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About the Author
"If you are missing cocktail bars, New York City before the shutdown or simply pellucid and startlingly intelligent poetry, Three Poems is a book for you . . . Her frame of reference is effortlessly wide . . . The small, pointed brushes that artists use are known as 'brights'; Sullivan seems to own one hundred thousand of them. Sometimes she dips them into mascara, other times into blood . . . You follow this writer where she wishes to take you. She is a poet of steel shavings, of semidetached feeling, of unexpected links and impieties and unpropitious implications. She's writing criticism of daily life -- criticism of the state of her own soul."
--Dwight Garner, The New York Times Book Review
--Diego Báez, Booklist (Starred Review) "Sullivan's voice has a suppleness that canters within the formal constraints she imposes on it... She's an exquisite image-maker and analogist."
--The New York Review of Books "Three Poems is a richly rewarding collection that shows all the confidence and skill of a poet writing in their prime: it is hard to believe this is a first book."
--Paul Batchelor, The Spectator "A magnificent debut . . . Assured, cool, and anthropological in its focus on a life lived via distinct stages and in discreet contexts. The elasticity of her poetic gift--the sheer range of what she can make language do and say--coupled with formal mastery, ensures we'll be reading this collection for years to come."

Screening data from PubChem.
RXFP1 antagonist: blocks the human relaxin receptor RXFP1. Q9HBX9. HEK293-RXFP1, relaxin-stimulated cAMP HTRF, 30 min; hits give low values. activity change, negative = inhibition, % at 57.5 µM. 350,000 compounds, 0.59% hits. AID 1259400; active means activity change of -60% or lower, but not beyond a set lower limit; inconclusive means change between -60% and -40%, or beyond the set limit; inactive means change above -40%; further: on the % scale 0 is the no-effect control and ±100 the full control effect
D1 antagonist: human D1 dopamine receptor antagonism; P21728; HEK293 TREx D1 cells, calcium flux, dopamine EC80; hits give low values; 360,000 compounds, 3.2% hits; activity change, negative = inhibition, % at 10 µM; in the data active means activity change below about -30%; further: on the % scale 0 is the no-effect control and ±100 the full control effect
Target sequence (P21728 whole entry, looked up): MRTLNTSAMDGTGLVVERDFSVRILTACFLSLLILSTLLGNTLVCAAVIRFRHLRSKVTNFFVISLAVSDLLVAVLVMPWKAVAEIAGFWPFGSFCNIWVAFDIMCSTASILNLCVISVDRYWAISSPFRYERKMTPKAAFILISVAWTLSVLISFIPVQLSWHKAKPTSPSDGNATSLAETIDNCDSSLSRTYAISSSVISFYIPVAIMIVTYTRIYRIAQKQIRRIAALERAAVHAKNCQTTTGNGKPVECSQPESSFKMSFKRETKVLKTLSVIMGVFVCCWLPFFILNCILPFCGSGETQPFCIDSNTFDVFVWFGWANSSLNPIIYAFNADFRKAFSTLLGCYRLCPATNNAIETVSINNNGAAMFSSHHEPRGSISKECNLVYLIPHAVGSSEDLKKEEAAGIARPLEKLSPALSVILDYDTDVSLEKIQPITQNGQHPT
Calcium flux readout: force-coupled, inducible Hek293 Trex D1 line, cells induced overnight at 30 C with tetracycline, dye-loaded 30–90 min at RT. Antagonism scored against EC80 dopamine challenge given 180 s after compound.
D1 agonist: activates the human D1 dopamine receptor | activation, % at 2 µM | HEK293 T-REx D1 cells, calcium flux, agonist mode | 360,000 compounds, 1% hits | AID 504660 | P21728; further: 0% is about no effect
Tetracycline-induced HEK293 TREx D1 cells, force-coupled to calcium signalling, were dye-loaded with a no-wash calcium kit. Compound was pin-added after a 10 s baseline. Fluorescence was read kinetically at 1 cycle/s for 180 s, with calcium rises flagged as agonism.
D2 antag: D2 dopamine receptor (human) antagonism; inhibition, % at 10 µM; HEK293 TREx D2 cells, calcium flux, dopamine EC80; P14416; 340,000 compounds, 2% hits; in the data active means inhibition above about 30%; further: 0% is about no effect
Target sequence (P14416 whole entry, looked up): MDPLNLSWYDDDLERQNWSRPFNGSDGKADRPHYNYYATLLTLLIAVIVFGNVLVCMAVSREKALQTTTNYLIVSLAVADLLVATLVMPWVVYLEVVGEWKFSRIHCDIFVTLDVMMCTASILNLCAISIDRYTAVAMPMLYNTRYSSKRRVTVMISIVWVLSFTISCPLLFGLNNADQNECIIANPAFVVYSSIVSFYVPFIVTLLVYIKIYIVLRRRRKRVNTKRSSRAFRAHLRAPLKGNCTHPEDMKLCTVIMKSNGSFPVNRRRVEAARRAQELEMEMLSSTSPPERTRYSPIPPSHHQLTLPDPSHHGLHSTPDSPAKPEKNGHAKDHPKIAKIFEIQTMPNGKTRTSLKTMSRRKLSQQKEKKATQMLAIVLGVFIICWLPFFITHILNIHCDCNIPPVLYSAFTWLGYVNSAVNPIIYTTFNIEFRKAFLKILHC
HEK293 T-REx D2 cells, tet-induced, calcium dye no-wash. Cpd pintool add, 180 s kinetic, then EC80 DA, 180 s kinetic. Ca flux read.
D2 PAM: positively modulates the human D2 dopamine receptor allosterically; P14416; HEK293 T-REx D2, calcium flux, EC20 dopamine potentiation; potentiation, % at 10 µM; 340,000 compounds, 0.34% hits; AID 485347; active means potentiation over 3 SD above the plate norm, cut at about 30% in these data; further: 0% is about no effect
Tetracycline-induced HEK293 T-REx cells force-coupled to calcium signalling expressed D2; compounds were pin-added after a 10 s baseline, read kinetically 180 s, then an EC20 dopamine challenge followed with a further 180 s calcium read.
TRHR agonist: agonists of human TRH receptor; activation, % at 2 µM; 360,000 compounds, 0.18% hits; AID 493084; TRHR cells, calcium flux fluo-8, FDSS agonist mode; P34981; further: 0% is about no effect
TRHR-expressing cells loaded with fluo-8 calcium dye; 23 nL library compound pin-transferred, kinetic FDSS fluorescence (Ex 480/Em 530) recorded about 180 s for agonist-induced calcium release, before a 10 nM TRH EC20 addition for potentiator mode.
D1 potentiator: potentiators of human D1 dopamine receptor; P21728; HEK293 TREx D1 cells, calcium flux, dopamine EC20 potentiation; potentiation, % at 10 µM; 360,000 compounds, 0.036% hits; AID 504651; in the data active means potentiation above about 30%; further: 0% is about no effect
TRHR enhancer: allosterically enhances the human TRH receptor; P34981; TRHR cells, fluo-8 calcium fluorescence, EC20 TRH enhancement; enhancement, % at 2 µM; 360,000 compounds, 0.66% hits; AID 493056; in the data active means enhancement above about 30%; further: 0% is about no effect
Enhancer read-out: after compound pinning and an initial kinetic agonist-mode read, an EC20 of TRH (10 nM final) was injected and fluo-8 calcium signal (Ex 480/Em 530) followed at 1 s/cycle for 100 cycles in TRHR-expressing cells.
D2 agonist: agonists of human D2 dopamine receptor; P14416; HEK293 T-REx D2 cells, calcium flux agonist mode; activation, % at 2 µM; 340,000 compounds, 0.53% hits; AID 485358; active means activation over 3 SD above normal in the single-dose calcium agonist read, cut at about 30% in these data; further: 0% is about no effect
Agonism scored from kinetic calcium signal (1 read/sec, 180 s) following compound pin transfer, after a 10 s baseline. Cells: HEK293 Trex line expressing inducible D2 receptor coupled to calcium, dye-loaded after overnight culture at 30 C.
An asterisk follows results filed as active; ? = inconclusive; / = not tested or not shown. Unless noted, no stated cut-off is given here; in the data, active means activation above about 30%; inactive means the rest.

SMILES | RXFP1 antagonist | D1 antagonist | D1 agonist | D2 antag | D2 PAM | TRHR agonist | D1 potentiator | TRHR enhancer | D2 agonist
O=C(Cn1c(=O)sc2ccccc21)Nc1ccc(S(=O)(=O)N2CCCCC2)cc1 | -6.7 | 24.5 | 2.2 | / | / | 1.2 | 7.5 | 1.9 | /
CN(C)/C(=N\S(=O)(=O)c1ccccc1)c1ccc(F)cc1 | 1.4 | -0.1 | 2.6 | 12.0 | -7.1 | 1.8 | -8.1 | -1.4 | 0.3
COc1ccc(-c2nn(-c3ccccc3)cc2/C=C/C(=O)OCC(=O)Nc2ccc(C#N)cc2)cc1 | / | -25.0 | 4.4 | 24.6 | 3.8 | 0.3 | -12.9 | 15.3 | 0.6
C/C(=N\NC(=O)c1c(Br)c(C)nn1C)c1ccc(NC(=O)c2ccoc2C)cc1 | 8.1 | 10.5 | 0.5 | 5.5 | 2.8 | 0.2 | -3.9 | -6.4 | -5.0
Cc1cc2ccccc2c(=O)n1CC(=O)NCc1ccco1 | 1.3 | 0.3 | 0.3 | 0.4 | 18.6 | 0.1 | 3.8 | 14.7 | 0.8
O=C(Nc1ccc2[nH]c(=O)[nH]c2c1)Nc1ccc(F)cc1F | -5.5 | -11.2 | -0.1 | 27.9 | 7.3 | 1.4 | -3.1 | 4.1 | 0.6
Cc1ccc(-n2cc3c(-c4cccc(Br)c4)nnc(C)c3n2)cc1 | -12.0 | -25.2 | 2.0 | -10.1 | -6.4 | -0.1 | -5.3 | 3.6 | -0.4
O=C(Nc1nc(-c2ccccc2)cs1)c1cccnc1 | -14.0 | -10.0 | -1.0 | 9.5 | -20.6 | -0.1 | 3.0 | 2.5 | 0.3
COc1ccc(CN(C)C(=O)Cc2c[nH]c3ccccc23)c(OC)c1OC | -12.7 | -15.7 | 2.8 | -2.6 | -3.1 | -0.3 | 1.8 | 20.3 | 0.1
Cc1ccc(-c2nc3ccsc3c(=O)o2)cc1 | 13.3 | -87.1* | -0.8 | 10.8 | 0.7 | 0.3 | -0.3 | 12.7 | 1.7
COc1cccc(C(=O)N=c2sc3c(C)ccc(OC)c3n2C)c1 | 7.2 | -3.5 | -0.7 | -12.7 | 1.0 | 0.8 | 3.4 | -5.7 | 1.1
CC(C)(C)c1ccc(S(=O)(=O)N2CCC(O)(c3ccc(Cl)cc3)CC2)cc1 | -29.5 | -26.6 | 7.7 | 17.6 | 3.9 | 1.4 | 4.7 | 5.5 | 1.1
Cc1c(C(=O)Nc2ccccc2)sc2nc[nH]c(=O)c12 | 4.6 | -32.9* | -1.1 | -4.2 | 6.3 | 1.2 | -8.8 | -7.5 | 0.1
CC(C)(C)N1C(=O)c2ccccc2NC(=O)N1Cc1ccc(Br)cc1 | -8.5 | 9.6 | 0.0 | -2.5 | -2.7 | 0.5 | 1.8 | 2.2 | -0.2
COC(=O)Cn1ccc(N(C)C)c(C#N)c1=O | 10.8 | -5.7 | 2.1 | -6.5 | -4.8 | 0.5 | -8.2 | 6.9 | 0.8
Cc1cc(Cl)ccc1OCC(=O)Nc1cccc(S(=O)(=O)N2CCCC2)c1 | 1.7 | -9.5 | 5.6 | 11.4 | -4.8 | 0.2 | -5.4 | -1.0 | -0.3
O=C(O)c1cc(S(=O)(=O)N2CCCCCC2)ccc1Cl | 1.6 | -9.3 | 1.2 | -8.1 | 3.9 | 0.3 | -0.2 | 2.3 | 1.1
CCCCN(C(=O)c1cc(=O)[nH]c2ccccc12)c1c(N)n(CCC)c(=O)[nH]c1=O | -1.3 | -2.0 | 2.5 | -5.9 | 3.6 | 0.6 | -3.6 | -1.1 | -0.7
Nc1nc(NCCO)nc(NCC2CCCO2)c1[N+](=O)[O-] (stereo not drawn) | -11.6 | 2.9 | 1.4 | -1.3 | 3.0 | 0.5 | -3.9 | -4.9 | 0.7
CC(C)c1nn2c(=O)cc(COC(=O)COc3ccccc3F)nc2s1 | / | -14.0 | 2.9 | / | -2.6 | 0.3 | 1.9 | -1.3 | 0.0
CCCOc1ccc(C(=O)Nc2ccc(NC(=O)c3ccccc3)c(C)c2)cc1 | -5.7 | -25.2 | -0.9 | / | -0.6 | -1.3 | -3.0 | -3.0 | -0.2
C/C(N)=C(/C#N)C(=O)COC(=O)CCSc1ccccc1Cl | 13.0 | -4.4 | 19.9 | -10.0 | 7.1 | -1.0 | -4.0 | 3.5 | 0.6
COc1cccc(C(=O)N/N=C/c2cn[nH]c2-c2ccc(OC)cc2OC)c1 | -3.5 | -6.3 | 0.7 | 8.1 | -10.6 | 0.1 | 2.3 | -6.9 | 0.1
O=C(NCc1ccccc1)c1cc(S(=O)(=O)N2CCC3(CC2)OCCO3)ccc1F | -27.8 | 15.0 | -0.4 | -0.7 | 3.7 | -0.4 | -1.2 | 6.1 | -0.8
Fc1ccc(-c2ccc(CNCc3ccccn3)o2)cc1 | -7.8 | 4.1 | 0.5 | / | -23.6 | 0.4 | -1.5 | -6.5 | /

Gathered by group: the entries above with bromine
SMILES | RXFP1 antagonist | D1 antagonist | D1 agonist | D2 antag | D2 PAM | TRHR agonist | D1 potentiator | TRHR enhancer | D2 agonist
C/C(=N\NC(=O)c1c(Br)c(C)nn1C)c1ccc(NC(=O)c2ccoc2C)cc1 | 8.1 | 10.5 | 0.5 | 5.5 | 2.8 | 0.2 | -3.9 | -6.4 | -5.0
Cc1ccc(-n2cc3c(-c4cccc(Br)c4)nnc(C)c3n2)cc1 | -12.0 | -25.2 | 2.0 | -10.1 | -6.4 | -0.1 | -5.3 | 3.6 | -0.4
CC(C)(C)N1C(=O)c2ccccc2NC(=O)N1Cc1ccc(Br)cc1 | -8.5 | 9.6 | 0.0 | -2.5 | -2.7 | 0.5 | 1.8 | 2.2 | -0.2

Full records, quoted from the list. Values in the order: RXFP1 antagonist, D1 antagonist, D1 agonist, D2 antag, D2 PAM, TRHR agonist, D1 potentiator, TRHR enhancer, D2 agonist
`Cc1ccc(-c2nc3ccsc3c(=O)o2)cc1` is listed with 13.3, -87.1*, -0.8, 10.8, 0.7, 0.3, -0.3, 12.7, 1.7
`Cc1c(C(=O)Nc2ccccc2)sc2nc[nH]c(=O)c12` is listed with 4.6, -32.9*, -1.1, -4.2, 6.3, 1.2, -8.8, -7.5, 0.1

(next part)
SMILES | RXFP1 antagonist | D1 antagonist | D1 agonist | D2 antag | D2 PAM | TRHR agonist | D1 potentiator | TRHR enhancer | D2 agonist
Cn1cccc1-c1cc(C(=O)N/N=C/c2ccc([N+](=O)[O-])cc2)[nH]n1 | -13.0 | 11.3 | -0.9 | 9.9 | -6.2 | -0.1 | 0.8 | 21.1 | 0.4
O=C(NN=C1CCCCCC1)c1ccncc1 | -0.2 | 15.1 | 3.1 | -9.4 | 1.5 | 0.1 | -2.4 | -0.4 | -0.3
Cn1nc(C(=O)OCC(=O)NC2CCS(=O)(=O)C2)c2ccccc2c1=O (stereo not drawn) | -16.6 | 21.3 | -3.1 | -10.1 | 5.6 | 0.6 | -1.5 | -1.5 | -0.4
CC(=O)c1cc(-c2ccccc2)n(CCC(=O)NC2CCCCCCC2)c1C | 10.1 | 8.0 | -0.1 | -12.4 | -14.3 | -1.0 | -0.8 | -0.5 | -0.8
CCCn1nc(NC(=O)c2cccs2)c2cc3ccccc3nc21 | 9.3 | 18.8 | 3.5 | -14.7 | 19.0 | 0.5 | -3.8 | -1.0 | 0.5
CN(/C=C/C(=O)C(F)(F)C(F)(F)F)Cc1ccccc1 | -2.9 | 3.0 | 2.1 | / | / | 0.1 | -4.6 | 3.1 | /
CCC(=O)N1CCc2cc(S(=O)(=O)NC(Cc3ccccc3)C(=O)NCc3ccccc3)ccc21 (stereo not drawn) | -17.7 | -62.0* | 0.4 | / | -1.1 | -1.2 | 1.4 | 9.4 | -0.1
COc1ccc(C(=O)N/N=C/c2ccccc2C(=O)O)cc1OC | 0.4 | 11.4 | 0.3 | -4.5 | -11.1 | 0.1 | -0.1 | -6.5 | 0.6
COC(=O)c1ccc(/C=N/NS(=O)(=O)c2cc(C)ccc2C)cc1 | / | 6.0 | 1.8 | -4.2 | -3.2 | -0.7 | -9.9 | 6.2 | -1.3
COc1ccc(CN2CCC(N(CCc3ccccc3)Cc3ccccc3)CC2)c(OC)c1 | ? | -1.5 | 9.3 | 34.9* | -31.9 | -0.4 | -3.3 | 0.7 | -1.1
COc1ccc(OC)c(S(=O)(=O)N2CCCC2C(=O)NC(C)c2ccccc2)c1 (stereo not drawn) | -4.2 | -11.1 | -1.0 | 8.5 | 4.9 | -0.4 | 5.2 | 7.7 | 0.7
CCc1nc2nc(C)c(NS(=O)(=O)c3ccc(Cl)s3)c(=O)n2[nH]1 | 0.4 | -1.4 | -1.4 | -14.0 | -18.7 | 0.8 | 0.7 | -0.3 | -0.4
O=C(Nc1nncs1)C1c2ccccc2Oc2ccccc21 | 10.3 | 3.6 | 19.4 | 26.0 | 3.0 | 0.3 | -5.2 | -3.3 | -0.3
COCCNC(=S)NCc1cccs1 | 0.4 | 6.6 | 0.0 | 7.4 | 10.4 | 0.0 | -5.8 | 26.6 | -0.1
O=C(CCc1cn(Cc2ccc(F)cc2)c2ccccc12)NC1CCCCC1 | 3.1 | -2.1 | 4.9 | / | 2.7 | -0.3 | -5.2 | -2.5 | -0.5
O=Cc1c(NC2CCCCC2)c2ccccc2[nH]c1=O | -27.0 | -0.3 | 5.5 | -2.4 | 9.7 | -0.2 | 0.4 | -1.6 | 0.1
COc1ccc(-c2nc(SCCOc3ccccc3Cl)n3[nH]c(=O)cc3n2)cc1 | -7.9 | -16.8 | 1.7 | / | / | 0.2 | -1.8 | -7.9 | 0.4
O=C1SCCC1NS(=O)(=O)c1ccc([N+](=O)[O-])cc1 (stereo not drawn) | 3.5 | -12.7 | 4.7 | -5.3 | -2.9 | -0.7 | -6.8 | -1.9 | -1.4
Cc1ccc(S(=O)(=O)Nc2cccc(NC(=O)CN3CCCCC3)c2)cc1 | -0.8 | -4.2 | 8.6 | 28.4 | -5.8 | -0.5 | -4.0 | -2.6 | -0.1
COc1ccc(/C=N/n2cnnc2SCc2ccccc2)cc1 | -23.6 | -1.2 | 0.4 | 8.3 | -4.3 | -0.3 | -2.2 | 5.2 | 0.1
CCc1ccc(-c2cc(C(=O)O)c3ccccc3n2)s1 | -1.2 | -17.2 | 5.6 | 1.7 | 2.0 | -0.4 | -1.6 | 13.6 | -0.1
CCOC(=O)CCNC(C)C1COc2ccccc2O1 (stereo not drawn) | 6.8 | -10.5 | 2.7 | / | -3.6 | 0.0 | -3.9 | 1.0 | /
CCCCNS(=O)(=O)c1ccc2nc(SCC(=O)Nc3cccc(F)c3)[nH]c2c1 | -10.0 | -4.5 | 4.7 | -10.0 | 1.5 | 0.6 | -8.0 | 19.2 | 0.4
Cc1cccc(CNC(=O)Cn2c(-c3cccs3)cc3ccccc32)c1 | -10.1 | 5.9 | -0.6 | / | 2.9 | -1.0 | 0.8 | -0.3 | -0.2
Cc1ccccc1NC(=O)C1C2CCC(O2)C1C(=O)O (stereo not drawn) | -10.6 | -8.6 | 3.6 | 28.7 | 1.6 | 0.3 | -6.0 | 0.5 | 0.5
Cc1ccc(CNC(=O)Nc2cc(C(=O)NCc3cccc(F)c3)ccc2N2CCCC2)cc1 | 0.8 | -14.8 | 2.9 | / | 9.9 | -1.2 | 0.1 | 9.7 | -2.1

--Citation for the 2018 T. S. Eliot Prize "Hannah Sullivan's majestic debut offers three big pictures--birth, coming of age and death--but this isn't a triptych. Instead, these themes extend across the book, with the poems acting as a set of transparencies that enlarge and complicate one another . . . Her authority, reach and ambition are exhilarating. Her metaphorical scope is that of the internet."
--Lavinia Greenlaw, London Review of Books "[Sullivan] writes freshly about everything, including sameness. She is a sensual conjurer of atmospheres--writing almost as a poet-restaurateur. On a single page: cloves, rainstorm, peanut oil, ozone, brandy, frost, freezing blood and peaches 'sitting with their bruises'--each with its own tang . . . Sullivan's poems are as intense as Edward Hopper's paintings."
--Kate Kellaway, The Guardian